Streets of New York

2013, Crime  -  11 min Leave a Comment
Rating from 1 user
Report Documentary


2 min read

Nowhere in America do poverty and wealth exist so closely to one another as in New York City. Even from the darkest corners of Brooklyn, one need only look up and across the East River to see the great temples of Wall Street wealth looming over the night. Since the birth of the city, New York's poorest residents, whether Irish, Jewish, black, or Puerto Rican, have made their own gold from the streets of the city. Sometimes the elements of crime were needed to harvest this gold.

But as the violence slowly spread toward the rich and powerful, the apparatus of control, the police and the government, swung into action and, miracle of miracles, New York, the rotten apple, became the safest big city in America... or that's the official story. In New York City, 1970, heroin was the king. Teenage gangs terrorized the streets of Brooklyn and Bronx, and mafia leader Joe Colombo decided to fight the government, not in the street but on television. Colombo's crime family was locked in a war with crazy Joey Gallo. Gallo had aligned himself with black gangsters from Brooklyn while serving time in prison.

The speculation that Joey Gallo was behind the black assassin of Joe Colombo was never proven, but it certainly showed how crime and drugs could unite the gangster tribes of New York across racial lines. A flood of cheap heroine washed over the city courtesy of the Italian Mafia and the police department was so notoriously corrupt that the Knapp Commission was set up to investigate the widespread bribery that organized crime used to insulate themselves from the law.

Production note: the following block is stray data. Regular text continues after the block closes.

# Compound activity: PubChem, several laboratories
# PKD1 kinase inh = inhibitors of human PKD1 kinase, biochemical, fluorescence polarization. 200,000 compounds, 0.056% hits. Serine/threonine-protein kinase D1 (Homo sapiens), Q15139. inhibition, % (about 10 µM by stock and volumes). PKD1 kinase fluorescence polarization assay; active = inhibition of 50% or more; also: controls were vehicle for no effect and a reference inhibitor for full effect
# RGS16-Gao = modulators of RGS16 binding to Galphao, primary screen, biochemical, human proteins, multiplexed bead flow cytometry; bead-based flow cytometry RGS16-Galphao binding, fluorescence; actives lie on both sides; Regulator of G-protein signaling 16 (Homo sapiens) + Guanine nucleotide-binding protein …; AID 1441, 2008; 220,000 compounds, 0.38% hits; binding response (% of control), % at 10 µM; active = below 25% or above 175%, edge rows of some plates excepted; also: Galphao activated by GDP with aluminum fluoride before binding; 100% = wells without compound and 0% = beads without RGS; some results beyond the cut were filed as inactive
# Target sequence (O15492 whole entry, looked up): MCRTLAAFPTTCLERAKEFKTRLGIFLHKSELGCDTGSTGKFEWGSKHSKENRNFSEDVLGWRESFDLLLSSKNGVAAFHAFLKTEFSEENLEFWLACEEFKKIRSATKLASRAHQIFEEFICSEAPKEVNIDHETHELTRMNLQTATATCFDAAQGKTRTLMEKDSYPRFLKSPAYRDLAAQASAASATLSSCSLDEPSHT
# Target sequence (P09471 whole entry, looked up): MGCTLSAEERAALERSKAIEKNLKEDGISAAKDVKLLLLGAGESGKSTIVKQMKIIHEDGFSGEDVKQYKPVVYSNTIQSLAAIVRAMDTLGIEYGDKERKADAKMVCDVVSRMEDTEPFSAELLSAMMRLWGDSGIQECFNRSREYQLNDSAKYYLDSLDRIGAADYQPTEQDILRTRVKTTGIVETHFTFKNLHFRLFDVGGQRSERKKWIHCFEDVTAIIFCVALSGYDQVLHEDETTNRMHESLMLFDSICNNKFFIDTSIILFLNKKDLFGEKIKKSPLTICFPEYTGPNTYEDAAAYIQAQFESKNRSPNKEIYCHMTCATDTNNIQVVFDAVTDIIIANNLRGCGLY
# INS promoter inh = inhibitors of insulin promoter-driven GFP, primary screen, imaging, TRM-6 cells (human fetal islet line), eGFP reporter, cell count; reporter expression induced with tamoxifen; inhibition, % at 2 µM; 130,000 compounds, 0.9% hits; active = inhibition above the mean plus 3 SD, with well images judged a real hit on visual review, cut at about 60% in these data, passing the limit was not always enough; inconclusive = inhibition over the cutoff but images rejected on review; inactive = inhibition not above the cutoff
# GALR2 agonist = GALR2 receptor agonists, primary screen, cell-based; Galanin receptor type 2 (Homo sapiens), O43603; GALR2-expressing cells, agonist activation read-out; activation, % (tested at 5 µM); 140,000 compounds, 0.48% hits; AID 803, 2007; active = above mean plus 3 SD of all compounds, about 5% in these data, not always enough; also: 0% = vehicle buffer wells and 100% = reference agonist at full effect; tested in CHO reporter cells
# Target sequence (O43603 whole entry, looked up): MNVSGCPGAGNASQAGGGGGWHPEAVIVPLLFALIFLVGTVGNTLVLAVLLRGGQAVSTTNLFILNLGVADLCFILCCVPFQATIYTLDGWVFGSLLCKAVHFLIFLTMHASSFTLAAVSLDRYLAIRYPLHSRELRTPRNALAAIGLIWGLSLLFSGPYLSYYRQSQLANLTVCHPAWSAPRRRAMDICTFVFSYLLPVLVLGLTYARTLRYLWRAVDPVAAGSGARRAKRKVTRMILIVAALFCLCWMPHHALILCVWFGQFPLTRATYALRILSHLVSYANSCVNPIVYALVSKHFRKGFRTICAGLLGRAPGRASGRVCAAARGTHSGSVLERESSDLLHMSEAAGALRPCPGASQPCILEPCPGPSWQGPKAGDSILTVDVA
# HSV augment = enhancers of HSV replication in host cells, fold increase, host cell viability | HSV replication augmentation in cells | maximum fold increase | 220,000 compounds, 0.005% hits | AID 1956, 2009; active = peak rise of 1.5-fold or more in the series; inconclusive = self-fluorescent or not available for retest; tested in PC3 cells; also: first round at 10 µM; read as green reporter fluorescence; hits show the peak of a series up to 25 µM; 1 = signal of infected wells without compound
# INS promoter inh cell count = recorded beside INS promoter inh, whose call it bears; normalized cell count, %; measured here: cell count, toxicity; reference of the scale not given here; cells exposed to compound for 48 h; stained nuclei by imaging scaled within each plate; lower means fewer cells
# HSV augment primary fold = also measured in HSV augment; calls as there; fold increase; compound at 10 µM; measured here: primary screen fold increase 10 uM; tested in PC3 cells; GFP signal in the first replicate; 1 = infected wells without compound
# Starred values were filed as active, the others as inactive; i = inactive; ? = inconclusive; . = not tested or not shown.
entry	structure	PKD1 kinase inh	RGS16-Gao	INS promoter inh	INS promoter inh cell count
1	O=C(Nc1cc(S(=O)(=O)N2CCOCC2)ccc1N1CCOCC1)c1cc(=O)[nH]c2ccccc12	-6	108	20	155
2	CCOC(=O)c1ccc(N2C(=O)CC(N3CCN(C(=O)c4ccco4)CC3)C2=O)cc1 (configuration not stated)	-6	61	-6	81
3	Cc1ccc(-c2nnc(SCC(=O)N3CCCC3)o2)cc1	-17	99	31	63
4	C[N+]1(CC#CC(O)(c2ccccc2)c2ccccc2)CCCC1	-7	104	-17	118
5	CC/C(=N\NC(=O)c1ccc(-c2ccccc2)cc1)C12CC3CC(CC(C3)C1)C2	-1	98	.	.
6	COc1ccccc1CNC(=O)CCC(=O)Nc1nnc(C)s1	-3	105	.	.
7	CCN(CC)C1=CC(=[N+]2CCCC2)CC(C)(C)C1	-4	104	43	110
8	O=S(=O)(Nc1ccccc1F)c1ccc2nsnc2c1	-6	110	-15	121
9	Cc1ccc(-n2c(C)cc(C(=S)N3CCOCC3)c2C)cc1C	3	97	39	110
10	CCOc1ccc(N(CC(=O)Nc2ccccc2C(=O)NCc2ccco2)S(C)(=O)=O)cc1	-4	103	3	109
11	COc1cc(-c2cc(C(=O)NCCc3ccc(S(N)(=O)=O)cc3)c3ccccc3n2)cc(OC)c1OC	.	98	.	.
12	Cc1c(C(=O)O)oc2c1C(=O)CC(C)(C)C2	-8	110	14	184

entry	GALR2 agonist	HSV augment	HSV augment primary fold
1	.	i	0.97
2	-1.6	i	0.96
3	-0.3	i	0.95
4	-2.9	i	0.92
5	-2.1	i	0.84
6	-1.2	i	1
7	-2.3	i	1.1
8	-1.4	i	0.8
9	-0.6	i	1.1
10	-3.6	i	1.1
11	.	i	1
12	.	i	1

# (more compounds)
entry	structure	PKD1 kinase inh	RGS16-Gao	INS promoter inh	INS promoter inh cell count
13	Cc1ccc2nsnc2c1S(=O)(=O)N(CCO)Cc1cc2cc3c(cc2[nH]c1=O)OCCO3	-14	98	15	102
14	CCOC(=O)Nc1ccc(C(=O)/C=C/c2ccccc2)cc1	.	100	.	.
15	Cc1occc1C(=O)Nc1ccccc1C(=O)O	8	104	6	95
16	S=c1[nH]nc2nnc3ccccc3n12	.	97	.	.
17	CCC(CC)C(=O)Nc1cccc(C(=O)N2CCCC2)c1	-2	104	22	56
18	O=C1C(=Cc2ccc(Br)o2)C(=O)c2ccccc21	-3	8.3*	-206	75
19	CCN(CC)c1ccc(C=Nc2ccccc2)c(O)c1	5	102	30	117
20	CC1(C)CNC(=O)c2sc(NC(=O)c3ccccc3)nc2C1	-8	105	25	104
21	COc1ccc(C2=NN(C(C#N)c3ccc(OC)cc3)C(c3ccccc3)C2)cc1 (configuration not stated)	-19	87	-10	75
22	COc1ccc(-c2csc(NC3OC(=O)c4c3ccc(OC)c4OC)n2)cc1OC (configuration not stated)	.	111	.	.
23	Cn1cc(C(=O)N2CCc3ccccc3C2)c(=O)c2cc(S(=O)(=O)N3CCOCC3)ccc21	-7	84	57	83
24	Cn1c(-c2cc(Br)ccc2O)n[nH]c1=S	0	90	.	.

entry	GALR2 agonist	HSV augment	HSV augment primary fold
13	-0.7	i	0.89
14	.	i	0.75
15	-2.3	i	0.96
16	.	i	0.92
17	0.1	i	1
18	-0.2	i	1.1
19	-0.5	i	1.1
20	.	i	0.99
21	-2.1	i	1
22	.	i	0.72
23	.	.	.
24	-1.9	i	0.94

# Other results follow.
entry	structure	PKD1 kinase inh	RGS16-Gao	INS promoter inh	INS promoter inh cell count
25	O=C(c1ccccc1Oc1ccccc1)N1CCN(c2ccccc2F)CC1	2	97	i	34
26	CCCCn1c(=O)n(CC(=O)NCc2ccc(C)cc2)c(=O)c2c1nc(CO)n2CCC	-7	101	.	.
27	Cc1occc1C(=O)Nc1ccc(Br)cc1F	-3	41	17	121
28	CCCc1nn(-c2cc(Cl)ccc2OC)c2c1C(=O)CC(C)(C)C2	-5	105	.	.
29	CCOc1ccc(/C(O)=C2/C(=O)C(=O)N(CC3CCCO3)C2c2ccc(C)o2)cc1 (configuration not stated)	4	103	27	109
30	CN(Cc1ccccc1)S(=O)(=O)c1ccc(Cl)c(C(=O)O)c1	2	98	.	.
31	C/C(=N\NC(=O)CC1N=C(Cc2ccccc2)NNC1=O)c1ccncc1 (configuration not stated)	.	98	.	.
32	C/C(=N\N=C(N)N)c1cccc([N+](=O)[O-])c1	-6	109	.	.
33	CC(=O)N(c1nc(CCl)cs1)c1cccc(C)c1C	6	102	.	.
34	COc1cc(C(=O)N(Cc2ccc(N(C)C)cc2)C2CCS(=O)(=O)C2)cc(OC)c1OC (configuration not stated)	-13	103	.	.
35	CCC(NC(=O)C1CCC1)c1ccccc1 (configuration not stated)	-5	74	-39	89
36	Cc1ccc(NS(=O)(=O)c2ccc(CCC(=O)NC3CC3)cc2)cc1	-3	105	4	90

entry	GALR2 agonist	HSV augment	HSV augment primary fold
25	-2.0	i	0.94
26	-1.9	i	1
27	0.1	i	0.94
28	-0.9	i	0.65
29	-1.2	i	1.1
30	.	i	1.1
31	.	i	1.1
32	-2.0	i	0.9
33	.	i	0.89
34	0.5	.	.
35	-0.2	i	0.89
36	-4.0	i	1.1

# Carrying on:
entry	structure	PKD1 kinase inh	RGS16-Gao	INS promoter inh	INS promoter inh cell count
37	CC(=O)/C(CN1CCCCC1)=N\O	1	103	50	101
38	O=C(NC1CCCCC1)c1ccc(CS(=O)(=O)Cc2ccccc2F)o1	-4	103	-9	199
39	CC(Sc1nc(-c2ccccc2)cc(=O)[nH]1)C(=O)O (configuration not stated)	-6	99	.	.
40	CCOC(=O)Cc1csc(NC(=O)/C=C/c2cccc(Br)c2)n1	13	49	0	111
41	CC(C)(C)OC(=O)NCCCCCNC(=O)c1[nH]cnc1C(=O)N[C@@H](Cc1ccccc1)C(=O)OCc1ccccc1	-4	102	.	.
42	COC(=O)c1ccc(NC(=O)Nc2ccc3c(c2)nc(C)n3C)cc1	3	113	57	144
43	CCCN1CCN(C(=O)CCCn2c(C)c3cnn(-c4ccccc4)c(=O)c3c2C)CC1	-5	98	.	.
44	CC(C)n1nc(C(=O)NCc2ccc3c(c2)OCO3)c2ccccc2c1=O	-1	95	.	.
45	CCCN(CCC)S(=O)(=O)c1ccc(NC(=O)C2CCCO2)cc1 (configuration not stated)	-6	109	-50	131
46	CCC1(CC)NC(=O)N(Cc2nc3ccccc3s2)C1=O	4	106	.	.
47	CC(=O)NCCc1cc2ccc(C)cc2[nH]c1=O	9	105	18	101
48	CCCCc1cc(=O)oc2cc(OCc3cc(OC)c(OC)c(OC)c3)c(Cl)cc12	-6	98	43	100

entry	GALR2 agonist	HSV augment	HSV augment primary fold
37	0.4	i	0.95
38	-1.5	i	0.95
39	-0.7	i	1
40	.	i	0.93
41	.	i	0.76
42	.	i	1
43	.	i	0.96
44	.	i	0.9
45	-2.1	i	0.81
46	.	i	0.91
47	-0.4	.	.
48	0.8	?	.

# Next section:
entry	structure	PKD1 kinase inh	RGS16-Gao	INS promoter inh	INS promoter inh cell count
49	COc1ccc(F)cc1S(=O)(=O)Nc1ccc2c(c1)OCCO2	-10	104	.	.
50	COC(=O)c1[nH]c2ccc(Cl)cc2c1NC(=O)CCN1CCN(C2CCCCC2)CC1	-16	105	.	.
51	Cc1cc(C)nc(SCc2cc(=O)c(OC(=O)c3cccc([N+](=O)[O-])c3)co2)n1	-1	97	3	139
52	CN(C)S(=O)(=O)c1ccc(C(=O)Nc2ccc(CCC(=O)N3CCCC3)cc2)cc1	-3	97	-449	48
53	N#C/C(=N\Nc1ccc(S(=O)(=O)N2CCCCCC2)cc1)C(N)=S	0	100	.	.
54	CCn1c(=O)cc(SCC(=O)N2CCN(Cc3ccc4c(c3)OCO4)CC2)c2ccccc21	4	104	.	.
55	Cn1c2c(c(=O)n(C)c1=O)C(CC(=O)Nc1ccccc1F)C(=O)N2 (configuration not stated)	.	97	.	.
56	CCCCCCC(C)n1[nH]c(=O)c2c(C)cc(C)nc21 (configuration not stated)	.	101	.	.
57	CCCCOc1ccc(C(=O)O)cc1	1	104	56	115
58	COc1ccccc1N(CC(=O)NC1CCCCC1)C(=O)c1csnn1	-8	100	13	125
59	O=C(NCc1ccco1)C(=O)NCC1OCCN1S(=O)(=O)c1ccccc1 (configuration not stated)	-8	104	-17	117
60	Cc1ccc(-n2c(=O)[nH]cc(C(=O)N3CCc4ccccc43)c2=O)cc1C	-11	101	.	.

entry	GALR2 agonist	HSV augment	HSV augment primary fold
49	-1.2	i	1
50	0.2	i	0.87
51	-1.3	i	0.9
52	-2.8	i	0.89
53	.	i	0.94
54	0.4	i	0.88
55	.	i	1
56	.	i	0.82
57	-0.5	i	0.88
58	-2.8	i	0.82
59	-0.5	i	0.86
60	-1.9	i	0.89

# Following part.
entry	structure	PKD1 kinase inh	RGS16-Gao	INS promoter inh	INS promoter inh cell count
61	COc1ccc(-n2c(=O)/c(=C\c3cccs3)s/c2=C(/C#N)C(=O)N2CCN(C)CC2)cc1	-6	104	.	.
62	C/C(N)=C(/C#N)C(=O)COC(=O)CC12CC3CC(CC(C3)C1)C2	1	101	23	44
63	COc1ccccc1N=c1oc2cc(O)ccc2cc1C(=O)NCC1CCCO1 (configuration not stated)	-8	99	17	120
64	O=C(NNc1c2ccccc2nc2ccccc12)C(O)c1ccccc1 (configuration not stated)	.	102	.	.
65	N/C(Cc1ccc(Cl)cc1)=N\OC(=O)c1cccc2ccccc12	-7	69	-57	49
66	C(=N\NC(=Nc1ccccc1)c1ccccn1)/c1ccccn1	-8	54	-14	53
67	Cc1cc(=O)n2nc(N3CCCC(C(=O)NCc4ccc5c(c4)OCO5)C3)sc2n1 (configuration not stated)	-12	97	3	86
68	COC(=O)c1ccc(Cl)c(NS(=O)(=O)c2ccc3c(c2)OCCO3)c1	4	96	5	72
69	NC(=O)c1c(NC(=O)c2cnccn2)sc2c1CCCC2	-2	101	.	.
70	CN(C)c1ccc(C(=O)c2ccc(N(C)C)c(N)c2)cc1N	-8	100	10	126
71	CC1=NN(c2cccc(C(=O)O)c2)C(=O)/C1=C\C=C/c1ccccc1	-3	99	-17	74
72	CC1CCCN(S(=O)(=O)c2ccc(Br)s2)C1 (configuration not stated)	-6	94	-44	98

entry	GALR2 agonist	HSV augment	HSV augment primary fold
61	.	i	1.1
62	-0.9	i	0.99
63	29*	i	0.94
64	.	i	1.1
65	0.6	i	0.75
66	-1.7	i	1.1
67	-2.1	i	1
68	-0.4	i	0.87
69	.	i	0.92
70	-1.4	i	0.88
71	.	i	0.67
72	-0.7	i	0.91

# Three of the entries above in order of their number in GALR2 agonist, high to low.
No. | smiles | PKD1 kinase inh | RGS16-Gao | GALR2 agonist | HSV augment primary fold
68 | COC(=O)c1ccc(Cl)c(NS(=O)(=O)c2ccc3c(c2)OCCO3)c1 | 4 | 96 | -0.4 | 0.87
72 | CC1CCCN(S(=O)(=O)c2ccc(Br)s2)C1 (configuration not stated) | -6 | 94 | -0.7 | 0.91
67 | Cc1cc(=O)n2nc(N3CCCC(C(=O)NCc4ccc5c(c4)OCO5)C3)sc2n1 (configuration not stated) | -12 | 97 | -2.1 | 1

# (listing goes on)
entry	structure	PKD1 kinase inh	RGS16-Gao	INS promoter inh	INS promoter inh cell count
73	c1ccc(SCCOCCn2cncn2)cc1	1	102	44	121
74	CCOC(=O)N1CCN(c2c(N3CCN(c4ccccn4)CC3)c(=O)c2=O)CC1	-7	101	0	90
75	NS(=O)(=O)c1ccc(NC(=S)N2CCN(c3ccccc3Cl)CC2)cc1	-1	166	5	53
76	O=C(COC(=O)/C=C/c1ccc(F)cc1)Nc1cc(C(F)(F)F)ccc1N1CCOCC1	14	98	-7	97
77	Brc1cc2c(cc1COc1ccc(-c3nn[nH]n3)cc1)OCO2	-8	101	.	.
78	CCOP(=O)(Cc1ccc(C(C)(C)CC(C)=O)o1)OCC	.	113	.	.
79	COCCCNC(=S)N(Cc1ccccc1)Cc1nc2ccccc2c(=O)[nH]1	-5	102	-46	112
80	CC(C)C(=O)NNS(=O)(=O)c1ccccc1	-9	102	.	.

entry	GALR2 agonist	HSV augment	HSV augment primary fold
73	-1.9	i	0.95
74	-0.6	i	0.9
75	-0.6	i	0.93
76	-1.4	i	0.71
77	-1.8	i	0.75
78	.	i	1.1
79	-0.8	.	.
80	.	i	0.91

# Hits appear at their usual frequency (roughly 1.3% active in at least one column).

Puerto Ricans had been granted U.S. citizenship in 1917 and after the war they became the largest group coming into New York. By the mid '60s the South Bronx was in a state of economic freefall. Every study that has been made indicated that the Puerto Ricans live in the worst conditions of slum housing, have the worst jobs, have the lowest educational attainment, and by every index of health and poverty were suffering to a greater extent than any other group. Heroin ravaged the population and gangs made up of unemployed poverty stricken teenagers ruled the streets.